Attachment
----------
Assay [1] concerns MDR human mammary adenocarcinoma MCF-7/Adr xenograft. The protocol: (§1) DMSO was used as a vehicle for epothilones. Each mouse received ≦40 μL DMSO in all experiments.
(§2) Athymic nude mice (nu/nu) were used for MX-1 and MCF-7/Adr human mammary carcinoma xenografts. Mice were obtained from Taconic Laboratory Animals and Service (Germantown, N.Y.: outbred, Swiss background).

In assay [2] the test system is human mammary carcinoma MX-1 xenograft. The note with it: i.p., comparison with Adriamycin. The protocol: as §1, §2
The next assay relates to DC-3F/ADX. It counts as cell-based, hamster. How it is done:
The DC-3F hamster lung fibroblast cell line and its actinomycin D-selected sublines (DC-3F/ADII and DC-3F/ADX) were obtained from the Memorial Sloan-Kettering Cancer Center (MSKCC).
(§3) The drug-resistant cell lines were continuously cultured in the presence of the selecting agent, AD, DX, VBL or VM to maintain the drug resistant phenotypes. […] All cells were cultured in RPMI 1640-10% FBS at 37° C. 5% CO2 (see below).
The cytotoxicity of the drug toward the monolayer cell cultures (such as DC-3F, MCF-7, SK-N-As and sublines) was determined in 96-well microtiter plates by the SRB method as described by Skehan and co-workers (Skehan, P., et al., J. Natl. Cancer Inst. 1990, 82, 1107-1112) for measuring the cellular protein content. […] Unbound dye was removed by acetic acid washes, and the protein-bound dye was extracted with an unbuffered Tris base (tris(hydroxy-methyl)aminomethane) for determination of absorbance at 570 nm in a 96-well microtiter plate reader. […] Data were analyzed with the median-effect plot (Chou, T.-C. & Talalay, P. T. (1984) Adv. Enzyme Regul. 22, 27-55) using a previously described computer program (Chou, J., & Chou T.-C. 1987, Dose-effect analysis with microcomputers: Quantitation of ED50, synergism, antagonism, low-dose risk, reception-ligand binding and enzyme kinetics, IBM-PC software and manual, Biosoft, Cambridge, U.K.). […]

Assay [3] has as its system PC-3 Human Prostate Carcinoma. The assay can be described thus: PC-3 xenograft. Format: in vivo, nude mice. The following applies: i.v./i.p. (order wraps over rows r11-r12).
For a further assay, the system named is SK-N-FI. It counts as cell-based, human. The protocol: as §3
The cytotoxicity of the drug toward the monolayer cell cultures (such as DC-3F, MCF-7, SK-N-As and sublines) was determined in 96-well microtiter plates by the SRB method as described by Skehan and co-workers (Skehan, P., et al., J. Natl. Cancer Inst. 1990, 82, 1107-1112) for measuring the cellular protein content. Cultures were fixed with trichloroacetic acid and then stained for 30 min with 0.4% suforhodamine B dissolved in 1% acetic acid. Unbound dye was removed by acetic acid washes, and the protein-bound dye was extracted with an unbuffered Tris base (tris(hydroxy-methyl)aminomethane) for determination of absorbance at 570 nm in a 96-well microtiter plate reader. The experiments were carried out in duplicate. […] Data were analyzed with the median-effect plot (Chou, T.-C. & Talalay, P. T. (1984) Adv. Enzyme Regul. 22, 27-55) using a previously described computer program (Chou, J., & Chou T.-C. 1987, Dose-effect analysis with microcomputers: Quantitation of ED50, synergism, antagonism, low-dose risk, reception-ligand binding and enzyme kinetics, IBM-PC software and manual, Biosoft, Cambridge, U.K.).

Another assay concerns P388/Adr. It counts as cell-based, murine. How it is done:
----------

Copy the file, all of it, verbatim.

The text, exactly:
Assay [1] concerns MDR human mammary adenocarcinoma MCF-7/Adr xenograft. The protocol: (§1) DMSO was used as a vehicle for epothilones. Each mouse received ≦40 μL DMSO in all experiments.
(§2) Athymic nude mice (nu/nu) were used for MX-1 and MCF-7/Adr human mammary carcinoma xenografts. Mice were obtained from Taconic Laboratory Animals and Service (Germantown, N.Y.: outbred, Swiss background).

In assay [2] the test system is human mammary carcinoma MX-1 xenograft. The note with it: i.p., comparison with Adriamycin. The protocol: as §1, §2
The next assay relates to DC-3F/ADX. It counts as cell-based, hamster. How it is done:
The DC-3F hamster lung fibroblast cell line and its actinomycin D-selected sublines (DC-3F/ADII and DC-3F/ADX) were obtained from the Memorial Sloan-Kettering Cancer Center (MSKCC).
(§3) The drug-resistant cell lines were continuously cultured in the presence of the selecting agent, AD, DX, VBL or VM to maintain the drug resistant phenotypes. […] All cells were cultured in RPMI 1640-10% FBS at 37° C. 5% CO2 (see below).
The cytotoxicity of the drug toward the monolayer cell cultures (such as DC-3F, MCF-7, SK-N-As and sublines) was determined in 96-well microtiter plates by the SRB method as described by Skehan and co-workers (Skehan, P., et al., J. Natl. Cancer Inst. 1990, 82, 1107-1112) for measuring the cellular protein content. […] Unbound dye was removed by acetic acid washes, and the protein-bound dye was extracted with an unbuffered Tris base (tris(hydroxy-methyl)aminomethane) for determination of absorbance at 570 nm in a 96-well microtiter plate reader. […] Data were analyzed with the median-effect plot (Chou, T.-C. & Talalay, P. T. (1984) Adv. Enzyme Regul. 22, 27-55) using a previously described computer program (Chou, J., & Chou T.-C. 1987, Dose-effect analysis with microcomputers: Quantitation of ED50, synergism, antagonism, low-dose risk, reception-ligand binding and enzyme kinetics, IBM-PC software and manual, Biosoft, Cambridge, U.K.). […]

Assay [3] has as its system PC-3 Human Prostate Carcinoma. The assay can be described thus: PC-3 xenograft. Format: in vivo, nude mice. The following applies: i.v./i.p. (order wraps over rows r11-r12).
For a further assay, the system named is SK-N-FI. It counts as cell-based, human. The protocol: as §3
The cytotoxicity of the drug toward the monolayer cell cultures (such as DC-3F, MCF-7, SK-N-As and sublines) was determined in 96-well microtiter plates by the SRB method as described by Skehan and co-workers (Skehan, P., et al., J. Natl. Cancer Inst. 1990, 82, 1107-1112) for measuring the cellular protein content. Cultures were fixed with trichloroacetic acid and then stained for 30 min with 0.4% suforhodamine B dissolved in 1% acetic acid. Unbound dye was removed by acetic acid washes, and the protein-bound dye was extracted with an unbuffered Tris base (tris(hydroxy-methyl)aminomethane) for determination of absorbance at 570 nm in a 96-well microtiter plate reader. The experiments were carried out in duplicate. […] Data were analyzed with the median-effect plot (Chou, T.-C. & Talalay, P. T. (1984) Adv. Enzyme Regul. 22, 27-55) using a previously described computer program (Chou, J., & Chou T.-C. 1987, Dose-effect analysis with microcomputers: Quantitation of ED50, synergism, antagonism, low-dose risk, reception-ligand binding and enzyme kinetics, IBM-PC software and manual, Biosoft, Cambridge, U.K.).

Another assay concerns P388/Adr. It counts as cell-based, murine. How it is done: